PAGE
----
I think it’s fair to say that we’re all getting a bit fed up with the lockdown. But like most people, I can see why we’re doing it and am happy to play my part in keeping people safe. If some of the newspapers are to be believed, though, things will be back to normal within days. I don’t think for one moment that this is the case. But it does raise the valid question of how, when the time is right, we’ll go about unlocking the lockdown. Continue reading
I’m a big fan of the ‘slow’ movement. For those not familiar with the concept, ‘slow’ is about doing things mindfully, taking the time to focus on what we are doing and making a conscious effort to do it well. ‘Slow food’, for example, encourages people to choose fresh, high quality ingredients, to cook them with care and to take the time to enjoy eating them, preferably with family or friends.
This approach has spread – slowly – to other disciplines, so that we are now starting to see things such as ‘slow cities’, ‘slow working’ and, indeed, ‘slow living’. Often dismissed as a new-age, lefty indulgence, it is, rather, a welcome rally against the cult of speed that threatens to take over so many aspects of our lives. For adherents of slow, life is something to be savoured and enjoyed. The journey is as important as the destination.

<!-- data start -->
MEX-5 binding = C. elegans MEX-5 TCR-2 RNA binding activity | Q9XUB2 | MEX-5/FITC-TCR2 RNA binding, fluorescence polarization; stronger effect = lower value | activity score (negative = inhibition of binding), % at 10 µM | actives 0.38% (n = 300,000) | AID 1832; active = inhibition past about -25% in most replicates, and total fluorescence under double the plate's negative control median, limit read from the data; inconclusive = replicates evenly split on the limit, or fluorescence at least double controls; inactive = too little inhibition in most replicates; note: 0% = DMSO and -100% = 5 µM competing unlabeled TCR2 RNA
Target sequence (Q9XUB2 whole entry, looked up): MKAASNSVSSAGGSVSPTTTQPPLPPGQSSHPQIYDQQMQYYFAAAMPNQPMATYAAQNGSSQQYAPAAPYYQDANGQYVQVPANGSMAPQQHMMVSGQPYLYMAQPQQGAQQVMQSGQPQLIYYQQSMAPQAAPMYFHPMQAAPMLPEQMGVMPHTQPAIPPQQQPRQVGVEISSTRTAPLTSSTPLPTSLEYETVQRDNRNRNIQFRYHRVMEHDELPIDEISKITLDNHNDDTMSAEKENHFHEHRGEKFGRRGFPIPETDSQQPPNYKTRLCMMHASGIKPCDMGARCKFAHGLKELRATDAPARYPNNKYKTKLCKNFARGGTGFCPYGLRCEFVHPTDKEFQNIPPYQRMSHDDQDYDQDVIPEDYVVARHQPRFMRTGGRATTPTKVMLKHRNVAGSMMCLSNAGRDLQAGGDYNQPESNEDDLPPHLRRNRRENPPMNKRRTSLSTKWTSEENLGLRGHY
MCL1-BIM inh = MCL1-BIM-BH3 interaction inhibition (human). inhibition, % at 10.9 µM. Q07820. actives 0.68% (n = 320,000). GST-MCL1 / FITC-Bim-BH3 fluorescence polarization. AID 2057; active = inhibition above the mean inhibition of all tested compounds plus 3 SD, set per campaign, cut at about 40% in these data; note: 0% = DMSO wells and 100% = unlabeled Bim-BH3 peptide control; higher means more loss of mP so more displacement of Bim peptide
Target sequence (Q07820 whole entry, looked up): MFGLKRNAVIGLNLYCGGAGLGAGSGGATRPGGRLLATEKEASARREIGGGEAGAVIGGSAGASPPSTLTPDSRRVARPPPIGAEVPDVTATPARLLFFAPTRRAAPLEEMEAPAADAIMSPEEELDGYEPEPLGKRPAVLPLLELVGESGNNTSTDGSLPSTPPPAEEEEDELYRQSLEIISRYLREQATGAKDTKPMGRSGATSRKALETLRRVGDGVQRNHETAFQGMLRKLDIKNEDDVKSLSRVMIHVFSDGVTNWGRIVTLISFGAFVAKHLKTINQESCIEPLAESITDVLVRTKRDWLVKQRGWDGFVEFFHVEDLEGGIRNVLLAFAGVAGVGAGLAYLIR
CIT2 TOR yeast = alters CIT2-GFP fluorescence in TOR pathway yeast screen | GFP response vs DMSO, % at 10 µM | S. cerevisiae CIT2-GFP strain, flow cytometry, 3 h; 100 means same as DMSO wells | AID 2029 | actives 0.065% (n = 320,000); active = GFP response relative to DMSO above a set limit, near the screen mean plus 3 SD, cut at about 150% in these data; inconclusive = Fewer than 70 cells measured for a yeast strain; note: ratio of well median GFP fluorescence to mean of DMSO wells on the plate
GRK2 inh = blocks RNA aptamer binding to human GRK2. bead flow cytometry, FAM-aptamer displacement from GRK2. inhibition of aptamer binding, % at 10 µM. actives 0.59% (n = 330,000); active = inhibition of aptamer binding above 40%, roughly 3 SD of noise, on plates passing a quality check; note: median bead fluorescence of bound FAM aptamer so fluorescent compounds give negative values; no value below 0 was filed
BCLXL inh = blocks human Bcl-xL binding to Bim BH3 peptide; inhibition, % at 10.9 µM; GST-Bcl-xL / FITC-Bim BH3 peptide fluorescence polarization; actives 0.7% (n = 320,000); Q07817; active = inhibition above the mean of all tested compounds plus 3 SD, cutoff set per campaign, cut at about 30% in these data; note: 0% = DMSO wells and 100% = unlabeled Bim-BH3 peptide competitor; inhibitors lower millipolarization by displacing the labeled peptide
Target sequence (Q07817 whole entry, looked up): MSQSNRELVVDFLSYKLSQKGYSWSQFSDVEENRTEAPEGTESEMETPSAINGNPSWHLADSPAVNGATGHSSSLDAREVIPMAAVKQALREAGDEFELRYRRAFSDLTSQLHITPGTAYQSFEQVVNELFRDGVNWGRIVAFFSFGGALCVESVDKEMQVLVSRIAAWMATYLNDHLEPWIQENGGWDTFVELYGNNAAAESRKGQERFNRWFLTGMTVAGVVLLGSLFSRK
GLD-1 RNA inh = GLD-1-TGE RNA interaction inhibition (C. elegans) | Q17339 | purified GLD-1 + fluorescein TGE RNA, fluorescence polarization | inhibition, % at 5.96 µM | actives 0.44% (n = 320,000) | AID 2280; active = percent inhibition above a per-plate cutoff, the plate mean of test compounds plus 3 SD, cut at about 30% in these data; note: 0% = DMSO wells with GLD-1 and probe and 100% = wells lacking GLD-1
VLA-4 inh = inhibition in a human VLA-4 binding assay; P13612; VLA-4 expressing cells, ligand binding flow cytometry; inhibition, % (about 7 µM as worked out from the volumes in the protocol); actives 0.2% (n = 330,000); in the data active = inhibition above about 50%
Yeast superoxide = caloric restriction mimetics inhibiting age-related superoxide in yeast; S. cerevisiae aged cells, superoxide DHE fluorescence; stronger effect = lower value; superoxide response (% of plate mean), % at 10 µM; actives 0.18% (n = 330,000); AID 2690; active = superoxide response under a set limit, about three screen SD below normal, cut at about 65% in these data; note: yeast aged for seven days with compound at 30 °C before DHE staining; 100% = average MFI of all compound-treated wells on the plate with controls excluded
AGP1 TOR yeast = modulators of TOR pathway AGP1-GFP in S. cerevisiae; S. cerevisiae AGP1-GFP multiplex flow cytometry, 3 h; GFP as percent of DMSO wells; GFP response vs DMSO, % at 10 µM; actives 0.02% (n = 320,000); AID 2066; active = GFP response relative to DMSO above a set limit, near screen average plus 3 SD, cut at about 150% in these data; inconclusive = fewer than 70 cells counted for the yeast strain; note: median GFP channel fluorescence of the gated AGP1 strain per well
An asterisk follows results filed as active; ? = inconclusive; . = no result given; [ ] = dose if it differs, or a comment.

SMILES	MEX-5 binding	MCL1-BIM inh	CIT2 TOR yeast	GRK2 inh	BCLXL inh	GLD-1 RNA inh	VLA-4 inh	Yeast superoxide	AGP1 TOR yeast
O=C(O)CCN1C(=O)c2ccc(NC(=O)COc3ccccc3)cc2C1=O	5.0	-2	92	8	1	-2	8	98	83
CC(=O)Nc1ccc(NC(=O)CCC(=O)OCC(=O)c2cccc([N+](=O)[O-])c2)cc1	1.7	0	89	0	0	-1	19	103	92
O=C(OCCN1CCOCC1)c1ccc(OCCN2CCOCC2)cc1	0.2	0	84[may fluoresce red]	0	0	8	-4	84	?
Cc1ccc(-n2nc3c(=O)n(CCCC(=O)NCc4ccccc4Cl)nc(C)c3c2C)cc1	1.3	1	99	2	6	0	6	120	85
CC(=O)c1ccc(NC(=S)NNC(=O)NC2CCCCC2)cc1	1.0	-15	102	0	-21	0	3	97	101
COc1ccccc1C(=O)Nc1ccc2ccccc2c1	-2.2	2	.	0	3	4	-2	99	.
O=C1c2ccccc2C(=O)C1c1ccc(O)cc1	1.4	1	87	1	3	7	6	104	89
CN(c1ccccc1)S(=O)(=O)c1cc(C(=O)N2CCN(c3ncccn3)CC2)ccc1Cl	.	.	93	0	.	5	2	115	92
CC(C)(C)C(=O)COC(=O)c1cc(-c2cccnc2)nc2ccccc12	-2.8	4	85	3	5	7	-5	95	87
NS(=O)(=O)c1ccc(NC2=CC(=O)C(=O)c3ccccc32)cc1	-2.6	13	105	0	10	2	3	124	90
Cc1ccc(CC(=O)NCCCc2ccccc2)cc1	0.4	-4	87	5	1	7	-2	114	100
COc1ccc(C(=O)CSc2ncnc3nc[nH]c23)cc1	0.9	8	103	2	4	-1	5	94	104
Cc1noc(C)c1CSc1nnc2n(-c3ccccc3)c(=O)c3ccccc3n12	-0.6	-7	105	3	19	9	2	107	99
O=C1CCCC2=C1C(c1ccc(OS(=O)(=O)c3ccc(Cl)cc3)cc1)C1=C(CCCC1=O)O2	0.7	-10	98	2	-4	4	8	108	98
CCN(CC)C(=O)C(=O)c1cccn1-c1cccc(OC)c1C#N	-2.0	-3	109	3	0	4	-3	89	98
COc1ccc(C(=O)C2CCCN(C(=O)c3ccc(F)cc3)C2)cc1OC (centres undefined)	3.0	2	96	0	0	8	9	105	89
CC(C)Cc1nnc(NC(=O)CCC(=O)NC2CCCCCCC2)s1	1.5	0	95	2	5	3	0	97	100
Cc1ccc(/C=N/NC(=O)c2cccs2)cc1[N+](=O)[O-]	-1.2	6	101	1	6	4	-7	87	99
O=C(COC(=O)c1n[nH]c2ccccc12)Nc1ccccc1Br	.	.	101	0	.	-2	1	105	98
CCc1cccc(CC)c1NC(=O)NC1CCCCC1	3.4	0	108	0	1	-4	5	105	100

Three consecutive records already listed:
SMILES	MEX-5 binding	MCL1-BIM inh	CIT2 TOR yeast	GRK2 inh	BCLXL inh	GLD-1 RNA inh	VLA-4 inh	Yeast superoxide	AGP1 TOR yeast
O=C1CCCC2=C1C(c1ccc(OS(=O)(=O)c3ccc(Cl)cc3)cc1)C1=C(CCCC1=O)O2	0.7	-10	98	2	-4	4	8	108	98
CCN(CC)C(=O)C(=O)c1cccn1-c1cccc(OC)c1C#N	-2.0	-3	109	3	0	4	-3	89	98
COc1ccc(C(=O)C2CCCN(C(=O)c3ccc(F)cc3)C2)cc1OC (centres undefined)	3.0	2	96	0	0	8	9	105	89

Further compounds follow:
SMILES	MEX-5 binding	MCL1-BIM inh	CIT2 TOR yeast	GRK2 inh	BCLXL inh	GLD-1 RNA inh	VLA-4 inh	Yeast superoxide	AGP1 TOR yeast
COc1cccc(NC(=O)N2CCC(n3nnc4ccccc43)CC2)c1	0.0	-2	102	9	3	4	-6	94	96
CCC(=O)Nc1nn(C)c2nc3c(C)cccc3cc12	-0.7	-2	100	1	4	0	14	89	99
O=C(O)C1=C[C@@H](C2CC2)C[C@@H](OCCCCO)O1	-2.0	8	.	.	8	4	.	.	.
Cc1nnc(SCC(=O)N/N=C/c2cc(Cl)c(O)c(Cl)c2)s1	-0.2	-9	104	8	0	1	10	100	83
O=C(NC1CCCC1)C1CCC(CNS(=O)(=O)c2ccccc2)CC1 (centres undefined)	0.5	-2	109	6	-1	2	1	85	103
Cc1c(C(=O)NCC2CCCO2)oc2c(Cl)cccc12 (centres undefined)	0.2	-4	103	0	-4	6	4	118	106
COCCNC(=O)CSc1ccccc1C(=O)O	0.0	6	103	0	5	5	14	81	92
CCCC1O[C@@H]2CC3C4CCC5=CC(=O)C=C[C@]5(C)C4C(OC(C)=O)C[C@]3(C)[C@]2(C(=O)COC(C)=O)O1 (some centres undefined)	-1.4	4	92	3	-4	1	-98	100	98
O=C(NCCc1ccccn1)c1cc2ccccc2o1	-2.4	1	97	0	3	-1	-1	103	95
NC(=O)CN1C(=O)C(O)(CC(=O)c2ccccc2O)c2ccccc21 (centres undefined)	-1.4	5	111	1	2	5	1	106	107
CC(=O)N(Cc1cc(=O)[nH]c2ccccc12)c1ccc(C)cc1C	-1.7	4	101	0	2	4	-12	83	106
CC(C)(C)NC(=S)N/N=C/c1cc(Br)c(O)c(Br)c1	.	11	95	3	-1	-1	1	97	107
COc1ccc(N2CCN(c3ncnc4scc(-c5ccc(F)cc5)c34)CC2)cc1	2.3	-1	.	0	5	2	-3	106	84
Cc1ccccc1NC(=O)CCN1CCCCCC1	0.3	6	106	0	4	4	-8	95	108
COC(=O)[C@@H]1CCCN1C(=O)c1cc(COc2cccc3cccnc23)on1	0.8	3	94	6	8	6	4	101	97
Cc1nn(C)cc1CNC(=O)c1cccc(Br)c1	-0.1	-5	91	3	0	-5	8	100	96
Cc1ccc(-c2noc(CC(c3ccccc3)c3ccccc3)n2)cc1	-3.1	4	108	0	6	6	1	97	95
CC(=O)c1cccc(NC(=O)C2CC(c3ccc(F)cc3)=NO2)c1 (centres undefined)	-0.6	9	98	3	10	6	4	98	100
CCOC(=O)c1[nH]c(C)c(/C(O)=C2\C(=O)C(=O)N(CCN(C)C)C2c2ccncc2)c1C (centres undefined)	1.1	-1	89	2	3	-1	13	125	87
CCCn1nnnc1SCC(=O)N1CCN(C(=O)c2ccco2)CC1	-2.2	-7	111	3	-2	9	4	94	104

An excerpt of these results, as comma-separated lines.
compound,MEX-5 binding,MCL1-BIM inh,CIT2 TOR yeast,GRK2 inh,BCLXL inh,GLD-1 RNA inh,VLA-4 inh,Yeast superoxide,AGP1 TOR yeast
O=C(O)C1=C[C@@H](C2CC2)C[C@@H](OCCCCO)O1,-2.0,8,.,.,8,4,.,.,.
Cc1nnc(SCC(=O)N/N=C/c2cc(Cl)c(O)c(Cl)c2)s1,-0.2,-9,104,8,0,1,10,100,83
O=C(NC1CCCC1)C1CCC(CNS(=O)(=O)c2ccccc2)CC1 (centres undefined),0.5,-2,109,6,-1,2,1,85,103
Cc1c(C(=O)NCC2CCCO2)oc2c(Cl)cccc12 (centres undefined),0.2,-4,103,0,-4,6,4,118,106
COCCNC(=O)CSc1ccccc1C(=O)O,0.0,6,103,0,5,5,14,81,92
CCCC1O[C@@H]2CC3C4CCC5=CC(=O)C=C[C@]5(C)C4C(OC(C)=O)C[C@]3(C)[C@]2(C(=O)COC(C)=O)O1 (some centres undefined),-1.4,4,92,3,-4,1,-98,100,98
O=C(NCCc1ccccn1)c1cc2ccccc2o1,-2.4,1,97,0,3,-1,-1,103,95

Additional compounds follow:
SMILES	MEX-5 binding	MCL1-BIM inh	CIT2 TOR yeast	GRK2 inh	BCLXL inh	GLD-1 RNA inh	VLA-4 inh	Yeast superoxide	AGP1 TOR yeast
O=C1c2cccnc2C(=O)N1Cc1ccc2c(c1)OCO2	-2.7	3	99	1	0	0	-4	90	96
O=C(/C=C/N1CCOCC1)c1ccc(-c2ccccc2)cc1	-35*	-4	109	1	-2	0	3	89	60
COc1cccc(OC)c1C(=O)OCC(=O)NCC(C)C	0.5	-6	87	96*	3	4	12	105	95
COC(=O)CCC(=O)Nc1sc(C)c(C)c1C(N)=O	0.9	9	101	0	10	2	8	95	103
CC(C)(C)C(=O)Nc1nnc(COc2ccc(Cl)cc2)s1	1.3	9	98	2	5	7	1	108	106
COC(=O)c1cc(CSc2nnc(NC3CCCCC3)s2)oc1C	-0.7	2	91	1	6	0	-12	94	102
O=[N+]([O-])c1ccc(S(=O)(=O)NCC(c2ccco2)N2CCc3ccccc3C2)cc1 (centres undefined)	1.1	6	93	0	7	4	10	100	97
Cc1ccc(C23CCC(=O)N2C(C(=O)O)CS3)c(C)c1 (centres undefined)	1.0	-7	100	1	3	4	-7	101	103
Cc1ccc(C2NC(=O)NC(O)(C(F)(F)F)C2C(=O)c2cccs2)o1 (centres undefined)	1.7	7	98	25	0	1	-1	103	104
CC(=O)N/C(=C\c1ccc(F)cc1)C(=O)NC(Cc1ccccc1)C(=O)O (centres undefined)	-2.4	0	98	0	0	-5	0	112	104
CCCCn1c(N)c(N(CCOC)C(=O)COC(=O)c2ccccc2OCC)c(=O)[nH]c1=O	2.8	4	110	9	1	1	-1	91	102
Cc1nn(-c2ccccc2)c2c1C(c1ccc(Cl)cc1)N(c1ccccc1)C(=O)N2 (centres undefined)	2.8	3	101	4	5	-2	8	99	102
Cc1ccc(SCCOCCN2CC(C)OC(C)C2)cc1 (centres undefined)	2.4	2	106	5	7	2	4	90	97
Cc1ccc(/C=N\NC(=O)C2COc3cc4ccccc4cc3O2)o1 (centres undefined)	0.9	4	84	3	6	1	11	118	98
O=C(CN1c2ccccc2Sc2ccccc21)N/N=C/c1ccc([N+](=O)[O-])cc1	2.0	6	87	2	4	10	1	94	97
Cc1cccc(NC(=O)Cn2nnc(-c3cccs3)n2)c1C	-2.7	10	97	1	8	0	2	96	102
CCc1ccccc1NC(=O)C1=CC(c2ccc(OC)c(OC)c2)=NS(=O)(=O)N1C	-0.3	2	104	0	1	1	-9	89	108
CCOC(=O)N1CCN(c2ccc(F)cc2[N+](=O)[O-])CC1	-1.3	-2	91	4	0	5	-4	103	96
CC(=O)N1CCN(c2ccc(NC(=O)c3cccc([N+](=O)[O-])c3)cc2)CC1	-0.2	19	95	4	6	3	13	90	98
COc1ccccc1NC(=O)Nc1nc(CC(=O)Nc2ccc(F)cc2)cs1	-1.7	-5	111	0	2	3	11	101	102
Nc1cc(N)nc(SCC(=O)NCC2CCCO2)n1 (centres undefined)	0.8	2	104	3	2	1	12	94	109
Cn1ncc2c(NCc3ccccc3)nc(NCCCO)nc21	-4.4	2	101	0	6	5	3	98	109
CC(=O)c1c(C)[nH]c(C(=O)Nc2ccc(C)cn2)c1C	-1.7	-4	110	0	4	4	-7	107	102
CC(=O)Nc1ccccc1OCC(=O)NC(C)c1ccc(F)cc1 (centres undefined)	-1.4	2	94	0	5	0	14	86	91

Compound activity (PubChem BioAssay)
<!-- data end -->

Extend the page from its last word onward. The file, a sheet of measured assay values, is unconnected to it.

One of my favourite slow concepts is that of ‘eigenzeit’. It comes from the German ‘eigen’, meaning one’s own, and ‘zeit’, meaning time. The idea that everything, if we are to do it well, requires a certain amount of time. Now, the particular amount of time required clearly depends on the specific task in hand, but if you try to do it any quicker than its ‘eigenzeit’, then you will inevitably do it badly or not at all.
Take my garden, for example. I know that it’s going to take me an hour to cut the grass, if I include trimming the edges and tidying up the clippings afterwards. I’ve done it quite a few times now and it has never taken me less than an hour. It sometimes takes me more time, particularly if I’m having an off day or stop to chat with my neighbour, but never less. Now, I could save time by only cutting the more visible parts of the lawn, by leaving the edges to fend for themselves or by not bothering to tidy up afterwards. But that’s not ‘cutting the grass’ as I’ve defined it. My task has an eigenzeit of sixty minutes. It’s a fact.
In a similar vein, I would like to propose the concept of ‘eigenkosten’. We already know what ‘eigen’ means, and ‘kosten’ is German for – and you may be able to guess this – costs. If we are to produce a good or a service to a certain standard of quality, there is – in my view – a minimum amount that it must cost. We might be able to shave a few pounds off here and there by being more efficient or whatever, but we will eventually reach a point where we can’t cut costs any more. That’s the ‘eigenkosten’.